Google's John Mueller responded to a tweet about the URL removal tool and why it wasn't working the way it was expected. The question was related to a website that was hacked and generated Japanese spam pages.
Google search results show hacked pages
One of the most frustrating things that happens to a site is getting hacked. The frustration is compounded when Google shows non-existent spam URLs in search results.
This scenario was dealt with by the very person who asked the question. You tried using Google's URL removal tool but it didn't seem to have the expected and desired effect.
According to the person who asked the question:
"Japanese spam" attacks a website, the owner cleans up the code, optimizes and secures the website, but the search results take their own time to produce decent results. "
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Next, they described the problem:
"Even after URLs are removed from SERP via the search console, URLs usually return to search results or stay in the index despite having 404 pages."
Why does Google put these 404 pages back in the index after removing them? "
Even after removing URLs from SERP via the search console, URLs usually return to search results or stay in the index even though they are 404 pages long.
Why does Google put these 404 pages back in the index after removing them?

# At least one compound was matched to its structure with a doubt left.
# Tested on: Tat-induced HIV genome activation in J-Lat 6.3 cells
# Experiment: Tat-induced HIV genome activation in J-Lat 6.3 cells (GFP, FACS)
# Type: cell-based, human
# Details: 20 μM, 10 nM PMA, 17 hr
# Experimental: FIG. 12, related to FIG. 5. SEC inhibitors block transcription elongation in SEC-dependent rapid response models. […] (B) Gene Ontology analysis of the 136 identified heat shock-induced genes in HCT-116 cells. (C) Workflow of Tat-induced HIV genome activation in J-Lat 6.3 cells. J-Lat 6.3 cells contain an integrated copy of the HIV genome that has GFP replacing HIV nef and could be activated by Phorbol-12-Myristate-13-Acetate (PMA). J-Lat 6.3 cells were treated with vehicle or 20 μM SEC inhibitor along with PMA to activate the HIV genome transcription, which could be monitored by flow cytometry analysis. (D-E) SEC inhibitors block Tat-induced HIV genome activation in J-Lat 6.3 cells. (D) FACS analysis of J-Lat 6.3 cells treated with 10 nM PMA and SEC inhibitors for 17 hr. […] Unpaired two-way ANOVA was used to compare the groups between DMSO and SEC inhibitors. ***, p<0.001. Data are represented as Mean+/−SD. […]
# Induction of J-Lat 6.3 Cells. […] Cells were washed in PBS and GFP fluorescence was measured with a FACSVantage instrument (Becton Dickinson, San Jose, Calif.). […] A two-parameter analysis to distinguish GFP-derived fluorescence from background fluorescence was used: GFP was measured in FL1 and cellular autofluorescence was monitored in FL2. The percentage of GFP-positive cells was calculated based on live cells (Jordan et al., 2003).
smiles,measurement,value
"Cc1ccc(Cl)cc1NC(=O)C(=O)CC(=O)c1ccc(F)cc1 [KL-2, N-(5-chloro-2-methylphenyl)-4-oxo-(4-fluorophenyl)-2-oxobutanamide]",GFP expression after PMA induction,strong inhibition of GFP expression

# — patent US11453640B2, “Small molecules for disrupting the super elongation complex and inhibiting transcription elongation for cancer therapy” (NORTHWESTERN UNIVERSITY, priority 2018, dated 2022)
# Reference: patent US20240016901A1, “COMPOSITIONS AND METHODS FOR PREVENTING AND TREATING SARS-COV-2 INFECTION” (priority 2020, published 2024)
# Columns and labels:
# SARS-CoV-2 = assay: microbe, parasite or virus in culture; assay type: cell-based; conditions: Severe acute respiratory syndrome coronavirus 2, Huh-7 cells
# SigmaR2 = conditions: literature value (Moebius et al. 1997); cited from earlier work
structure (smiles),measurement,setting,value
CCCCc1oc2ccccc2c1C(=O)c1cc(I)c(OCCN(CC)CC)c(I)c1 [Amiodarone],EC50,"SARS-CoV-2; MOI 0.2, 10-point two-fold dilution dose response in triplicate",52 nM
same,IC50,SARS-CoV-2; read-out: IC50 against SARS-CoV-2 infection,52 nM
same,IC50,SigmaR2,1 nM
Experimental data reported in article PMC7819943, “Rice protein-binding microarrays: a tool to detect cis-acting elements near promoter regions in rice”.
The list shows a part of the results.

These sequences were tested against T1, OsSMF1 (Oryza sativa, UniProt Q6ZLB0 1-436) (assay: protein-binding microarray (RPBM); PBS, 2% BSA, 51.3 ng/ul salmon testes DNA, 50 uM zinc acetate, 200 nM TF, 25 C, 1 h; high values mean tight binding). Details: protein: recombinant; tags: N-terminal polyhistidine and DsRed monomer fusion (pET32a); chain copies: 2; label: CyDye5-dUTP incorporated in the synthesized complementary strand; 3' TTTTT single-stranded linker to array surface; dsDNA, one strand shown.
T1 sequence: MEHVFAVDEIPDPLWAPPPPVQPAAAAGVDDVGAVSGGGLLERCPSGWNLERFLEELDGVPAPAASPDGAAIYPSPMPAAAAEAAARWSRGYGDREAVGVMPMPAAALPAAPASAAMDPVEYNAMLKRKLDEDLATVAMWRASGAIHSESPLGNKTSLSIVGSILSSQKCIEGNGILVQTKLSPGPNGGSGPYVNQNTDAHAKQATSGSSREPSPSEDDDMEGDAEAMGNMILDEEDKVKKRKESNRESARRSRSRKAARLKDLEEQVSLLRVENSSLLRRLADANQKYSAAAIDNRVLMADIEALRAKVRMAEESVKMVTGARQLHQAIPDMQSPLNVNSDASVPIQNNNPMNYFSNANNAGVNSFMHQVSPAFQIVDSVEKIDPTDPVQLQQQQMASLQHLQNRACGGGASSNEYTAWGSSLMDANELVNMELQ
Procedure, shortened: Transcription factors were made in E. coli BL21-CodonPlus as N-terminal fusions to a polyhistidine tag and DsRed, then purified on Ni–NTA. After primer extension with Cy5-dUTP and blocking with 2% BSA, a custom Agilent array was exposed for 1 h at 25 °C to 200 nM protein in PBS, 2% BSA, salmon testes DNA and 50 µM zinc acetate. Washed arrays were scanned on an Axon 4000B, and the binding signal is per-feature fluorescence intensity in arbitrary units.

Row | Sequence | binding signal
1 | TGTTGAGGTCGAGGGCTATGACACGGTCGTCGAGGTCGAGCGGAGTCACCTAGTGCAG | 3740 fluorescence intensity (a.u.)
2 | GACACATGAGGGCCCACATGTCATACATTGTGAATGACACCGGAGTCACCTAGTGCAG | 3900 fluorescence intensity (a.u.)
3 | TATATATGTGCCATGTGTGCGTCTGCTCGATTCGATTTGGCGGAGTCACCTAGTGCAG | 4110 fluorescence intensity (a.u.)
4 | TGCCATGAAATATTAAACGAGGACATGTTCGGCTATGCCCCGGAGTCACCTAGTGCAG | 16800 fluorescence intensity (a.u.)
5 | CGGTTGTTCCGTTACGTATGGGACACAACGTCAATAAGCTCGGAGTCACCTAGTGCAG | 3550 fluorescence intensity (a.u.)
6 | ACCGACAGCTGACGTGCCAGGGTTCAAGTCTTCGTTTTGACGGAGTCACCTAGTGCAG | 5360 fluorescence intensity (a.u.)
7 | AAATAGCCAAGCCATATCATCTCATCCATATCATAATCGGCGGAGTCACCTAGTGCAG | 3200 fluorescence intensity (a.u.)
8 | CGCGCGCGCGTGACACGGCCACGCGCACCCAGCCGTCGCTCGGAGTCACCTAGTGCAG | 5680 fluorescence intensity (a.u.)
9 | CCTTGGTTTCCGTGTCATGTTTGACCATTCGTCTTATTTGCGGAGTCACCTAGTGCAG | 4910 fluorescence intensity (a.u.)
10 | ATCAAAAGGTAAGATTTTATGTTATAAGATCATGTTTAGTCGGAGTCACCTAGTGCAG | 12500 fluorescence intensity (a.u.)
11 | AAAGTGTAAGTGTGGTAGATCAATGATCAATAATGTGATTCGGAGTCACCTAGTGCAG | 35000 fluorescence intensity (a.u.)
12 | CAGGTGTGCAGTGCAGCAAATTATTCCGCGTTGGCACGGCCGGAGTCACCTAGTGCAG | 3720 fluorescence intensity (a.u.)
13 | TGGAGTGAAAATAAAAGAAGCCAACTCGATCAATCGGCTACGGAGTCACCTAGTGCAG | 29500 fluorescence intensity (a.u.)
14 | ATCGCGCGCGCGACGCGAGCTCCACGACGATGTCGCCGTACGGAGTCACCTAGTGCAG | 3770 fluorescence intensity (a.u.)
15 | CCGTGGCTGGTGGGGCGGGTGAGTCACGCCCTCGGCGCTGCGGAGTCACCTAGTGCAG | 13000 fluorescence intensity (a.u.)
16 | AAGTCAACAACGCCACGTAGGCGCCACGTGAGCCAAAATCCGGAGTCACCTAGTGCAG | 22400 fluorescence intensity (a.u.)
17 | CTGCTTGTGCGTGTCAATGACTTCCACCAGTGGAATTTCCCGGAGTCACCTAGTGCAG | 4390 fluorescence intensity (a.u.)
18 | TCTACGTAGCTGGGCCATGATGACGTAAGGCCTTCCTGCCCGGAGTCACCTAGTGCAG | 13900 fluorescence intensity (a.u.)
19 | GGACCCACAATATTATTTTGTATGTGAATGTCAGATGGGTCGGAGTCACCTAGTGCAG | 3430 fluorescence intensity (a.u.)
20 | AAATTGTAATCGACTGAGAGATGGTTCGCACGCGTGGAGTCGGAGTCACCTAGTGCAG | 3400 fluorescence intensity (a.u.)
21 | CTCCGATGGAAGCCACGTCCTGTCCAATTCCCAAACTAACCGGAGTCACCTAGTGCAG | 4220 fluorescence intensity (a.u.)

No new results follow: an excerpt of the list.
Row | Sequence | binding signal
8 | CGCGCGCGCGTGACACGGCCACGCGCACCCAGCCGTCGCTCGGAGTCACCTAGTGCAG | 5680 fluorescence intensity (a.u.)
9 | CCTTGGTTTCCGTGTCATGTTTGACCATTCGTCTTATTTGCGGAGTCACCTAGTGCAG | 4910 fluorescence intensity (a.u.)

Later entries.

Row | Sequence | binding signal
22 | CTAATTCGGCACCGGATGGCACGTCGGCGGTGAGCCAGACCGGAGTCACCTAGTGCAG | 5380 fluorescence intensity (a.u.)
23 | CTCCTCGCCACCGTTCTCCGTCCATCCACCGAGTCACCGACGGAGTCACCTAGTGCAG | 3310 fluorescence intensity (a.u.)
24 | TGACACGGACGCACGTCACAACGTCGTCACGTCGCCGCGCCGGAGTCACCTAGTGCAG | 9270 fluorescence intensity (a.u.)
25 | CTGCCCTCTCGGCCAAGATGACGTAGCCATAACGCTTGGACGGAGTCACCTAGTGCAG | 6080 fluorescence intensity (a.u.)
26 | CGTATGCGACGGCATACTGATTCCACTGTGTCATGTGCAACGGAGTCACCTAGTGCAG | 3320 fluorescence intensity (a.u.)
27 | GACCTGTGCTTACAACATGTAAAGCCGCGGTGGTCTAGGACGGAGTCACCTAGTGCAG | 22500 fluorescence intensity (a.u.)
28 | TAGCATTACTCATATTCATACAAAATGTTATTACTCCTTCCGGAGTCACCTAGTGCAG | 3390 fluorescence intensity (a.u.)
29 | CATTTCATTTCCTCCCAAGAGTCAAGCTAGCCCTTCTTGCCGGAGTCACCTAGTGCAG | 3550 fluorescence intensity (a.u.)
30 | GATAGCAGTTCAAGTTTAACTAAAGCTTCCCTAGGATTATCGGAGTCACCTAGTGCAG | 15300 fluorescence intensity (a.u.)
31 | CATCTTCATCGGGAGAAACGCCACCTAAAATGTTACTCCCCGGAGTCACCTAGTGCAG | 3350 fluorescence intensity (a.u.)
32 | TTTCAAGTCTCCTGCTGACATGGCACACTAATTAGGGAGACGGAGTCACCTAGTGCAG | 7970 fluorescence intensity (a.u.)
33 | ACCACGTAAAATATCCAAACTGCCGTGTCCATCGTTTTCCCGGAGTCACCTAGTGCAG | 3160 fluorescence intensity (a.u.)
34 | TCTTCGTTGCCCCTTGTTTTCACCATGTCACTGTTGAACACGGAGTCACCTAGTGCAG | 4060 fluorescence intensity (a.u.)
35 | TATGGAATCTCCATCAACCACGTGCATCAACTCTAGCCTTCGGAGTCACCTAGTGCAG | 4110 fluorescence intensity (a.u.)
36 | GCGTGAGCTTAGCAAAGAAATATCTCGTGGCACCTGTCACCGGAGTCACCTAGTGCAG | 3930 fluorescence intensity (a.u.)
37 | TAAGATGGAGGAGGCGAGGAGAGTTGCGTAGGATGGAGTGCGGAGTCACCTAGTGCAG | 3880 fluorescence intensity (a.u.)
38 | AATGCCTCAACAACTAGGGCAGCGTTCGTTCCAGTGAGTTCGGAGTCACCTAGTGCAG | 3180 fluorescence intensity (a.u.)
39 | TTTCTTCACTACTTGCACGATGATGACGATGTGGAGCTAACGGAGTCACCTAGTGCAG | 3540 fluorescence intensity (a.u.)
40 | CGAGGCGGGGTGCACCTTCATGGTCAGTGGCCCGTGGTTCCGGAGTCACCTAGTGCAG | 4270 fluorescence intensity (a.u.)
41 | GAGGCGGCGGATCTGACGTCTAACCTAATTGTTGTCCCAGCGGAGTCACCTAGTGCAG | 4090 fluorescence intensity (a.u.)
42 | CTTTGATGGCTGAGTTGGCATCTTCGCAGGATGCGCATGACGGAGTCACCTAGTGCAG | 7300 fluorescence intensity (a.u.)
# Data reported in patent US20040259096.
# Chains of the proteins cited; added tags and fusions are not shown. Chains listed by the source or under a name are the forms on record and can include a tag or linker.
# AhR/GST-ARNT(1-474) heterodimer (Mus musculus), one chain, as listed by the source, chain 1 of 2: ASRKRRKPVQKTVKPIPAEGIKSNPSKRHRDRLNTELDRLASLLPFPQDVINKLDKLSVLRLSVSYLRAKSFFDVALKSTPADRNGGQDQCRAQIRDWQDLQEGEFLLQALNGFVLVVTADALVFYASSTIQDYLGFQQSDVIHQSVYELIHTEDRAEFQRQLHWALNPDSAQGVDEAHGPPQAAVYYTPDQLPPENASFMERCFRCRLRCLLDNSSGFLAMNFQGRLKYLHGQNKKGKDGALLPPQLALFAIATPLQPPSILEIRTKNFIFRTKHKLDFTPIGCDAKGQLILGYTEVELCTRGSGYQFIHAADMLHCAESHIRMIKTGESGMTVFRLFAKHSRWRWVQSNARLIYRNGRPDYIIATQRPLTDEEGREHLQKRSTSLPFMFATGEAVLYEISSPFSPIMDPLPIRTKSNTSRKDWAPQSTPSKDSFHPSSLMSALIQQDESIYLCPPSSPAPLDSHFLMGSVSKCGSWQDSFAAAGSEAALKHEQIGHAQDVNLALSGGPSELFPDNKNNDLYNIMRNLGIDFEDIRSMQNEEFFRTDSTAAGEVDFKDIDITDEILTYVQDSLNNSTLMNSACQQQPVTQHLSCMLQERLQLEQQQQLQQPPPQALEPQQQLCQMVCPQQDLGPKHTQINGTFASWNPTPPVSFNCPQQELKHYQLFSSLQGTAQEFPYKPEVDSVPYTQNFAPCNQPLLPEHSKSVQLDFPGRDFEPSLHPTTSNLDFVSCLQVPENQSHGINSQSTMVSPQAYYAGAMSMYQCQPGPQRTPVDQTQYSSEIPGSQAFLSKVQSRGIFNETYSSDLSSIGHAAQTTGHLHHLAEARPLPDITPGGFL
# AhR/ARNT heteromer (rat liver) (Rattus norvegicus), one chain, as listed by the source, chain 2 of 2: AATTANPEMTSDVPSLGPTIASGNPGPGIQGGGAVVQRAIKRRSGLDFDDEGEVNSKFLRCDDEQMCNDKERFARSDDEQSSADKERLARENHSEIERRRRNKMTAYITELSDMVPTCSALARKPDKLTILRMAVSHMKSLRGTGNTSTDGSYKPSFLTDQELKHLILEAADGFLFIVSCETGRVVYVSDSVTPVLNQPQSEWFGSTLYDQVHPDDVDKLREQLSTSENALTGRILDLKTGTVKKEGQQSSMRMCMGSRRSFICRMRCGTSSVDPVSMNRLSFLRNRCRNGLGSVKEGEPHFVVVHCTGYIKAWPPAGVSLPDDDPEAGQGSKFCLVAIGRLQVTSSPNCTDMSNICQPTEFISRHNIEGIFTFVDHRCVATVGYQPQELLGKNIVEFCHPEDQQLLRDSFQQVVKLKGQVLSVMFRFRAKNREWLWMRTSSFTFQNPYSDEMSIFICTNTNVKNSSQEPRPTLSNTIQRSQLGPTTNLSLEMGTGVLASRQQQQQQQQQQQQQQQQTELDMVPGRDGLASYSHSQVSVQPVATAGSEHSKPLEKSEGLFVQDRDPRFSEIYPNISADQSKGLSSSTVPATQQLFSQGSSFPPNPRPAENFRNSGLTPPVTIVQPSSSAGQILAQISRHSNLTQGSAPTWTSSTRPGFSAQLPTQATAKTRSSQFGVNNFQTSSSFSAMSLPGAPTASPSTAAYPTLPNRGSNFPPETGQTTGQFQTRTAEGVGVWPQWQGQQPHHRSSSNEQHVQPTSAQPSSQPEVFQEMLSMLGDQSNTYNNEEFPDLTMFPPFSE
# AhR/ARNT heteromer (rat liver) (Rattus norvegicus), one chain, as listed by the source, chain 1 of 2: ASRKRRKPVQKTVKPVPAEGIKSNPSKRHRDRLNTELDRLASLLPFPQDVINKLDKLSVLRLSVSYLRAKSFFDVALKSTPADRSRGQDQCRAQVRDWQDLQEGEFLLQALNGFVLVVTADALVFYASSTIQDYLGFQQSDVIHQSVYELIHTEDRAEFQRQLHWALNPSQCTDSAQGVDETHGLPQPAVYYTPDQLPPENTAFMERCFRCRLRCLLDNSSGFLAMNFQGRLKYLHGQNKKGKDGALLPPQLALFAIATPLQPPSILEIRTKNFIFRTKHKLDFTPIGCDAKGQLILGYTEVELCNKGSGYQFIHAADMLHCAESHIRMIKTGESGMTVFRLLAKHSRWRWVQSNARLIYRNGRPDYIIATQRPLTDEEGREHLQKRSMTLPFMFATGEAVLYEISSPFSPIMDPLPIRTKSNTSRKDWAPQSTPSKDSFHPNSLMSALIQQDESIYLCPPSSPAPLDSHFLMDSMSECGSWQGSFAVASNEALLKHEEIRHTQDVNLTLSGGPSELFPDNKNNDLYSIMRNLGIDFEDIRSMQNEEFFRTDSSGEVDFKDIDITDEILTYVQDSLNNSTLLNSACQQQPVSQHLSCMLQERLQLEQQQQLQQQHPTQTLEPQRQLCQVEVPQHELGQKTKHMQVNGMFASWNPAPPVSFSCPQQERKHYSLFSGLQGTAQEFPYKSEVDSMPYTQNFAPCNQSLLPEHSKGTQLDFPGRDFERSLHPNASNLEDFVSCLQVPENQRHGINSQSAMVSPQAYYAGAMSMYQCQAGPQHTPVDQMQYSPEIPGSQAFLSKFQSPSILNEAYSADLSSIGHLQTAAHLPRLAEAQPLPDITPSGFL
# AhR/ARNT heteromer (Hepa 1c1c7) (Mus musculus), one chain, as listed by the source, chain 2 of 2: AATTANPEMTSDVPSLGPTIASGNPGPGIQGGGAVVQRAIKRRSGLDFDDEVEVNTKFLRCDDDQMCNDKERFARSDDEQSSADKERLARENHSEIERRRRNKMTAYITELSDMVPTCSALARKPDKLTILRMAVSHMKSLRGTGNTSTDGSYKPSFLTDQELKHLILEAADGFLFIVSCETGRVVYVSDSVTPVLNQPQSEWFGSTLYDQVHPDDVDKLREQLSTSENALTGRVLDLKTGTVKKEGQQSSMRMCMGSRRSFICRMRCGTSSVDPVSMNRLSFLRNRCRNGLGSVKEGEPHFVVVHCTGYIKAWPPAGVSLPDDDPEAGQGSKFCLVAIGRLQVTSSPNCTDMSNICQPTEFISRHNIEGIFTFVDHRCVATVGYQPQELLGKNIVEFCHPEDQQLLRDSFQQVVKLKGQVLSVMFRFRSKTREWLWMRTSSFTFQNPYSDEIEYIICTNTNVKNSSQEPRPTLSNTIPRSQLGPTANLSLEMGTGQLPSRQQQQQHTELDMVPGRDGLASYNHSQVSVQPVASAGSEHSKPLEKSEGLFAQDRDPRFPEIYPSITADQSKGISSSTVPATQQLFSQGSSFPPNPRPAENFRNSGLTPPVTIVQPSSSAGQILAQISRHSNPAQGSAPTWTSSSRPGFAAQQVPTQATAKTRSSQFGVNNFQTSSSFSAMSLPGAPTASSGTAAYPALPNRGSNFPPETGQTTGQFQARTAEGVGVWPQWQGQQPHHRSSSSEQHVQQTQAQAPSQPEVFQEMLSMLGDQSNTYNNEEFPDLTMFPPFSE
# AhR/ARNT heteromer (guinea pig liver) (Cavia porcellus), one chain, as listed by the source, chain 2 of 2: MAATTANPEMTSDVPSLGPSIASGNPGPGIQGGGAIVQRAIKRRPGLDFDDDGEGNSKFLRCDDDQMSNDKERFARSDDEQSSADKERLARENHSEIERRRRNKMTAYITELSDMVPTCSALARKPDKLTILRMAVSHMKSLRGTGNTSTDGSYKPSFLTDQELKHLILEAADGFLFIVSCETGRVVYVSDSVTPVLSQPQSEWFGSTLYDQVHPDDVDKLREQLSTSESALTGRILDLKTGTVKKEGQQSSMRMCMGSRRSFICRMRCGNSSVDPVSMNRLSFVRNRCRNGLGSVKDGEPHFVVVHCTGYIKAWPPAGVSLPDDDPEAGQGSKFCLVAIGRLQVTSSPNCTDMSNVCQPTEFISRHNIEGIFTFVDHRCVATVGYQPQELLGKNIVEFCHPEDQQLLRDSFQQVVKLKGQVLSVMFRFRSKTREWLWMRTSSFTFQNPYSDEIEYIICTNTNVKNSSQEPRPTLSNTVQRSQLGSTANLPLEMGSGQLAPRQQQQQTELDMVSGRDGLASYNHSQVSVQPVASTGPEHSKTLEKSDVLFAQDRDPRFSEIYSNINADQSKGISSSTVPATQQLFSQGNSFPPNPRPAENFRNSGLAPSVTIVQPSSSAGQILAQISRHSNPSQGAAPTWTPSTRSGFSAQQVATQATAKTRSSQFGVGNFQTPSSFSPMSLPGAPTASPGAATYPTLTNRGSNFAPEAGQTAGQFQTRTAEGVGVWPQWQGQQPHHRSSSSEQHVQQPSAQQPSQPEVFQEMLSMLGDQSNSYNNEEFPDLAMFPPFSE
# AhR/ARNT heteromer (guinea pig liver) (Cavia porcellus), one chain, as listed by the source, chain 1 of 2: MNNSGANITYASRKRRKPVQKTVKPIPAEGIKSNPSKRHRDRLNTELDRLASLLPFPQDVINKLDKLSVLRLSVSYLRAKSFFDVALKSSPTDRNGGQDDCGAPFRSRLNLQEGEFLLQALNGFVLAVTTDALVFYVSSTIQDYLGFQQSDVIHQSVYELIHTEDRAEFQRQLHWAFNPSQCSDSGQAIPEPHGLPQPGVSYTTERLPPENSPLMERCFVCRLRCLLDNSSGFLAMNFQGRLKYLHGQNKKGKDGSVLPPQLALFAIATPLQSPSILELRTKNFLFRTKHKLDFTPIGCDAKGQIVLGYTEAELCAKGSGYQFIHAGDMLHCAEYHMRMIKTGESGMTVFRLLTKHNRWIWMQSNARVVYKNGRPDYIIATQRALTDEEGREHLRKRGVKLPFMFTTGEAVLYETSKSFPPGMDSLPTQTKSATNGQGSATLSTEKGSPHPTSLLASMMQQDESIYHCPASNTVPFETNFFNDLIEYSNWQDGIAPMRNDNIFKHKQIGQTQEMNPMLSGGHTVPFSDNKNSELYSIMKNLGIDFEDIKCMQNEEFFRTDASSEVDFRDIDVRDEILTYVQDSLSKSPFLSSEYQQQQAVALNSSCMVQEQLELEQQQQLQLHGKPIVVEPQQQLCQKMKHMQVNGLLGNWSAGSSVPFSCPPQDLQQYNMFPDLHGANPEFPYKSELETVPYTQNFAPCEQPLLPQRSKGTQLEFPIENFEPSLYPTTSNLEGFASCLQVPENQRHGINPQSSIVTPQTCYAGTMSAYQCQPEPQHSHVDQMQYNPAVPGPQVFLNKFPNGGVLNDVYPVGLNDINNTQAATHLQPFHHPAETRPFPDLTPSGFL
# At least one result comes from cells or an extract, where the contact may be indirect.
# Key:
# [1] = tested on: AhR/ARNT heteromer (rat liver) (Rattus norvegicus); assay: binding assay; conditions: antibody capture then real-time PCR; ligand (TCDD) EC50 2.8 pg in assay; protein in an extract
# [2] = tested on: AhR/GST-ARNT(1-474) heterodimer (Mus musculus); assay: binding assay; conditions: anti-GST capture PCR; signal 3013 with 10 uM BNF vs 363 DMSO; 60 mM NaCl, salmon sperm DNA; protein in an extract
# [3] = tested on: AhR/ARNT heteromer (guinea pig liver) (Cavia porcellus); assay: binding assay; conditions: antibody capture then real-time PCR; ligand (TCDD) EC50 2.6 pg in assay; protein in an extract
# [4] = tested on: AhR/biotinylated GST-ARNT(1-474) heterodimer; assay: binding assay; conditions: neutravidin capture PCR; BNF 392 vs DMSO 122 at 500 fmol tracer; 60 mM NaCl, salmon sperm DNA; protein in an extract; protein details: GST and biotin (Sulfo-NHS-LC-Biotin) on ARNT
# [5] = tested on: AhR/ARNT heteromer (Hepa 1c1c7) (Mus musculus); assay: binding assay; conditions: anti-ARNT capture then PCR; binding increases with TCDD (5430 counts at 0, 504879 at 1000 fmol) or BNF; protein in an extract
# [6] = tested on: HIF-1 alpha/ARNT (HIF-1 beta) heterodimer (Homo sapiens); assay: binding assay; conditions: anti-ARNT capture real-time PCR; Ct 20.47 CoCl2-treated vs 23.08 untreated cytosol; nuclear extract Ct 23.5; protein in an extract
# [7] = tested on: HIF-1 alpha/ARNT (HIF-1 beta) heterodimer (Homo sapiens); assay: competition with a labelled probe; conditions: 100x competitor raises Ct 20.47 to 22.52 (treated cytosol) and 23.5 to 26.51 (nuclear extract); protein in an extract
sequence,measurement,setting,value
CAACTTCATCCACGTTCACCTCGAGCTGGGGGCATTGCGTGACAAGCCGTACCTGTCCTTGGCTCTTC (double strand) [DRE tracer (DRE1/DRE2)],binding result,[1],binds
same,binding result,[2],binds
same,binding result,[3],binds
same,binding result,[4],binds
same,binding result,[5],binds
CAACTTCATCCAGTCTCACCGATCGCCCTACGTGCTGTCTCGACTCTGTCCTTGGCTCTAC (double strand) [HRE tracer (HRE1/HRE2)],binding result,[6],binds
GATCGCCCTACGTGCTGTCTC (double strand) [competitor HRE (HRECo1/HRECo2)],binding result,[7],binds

– DigitalSearch (@DigitalSearchIN) January 5, 2021
How Google's URL Removal Tool works
The person who asked the question was confused about why the URLs stayed in the Google search index. It is common knowledge that using the URL Removal Tool removes the URL from the SERPs and index.
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But that's not what actually happens.
John Mueller replied via Twitter:
"The URL removal tool in the Search Console only temporarily hides pages from search results and does not remove anything from the index.
Sometimes these pages take a while to reindex (and usually these pages pop up less often when searching anyway, so few people see them). "
The URL Removal Tool in the Search Console only temporarily hides pages from search results and does not remove anything from the index. Sometimes these pages take a while to reindex (and usually these pages pop up less often when searching anyway, so few people see them).
– 🍌 John 🍌 (@JohnMu) January 5, 2021
Google Search Console Help: URL Removal Tool
The Google Webmaster Support Page for the URL Removal Tool clearly states that the tool will perform a temporary removal. The word "temporary" is used eleven times on the page to indicate that the effect is not permanent.
The site says:
"You can use the removal tool to temporarily block pages from Google search results on websites you own."
Further down the page it says that the tool is effective in preventing a URL from appearing in search results.
"Follow this procedure to temporarily block a URL from appearing in Google search results."
In some ways it is a little confusing to refer to the tool as a removal tool, as the word "remove" has a sense of permanence.
The definition of the word "distance" is:
"The act of taking away or doing away with something undesirable."
This definition does not take into account the temporality of the distance.
But the fact is that the effect of the tool is only temporary.
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Maybe google should rename it from url removal tool to temporary url removal tool?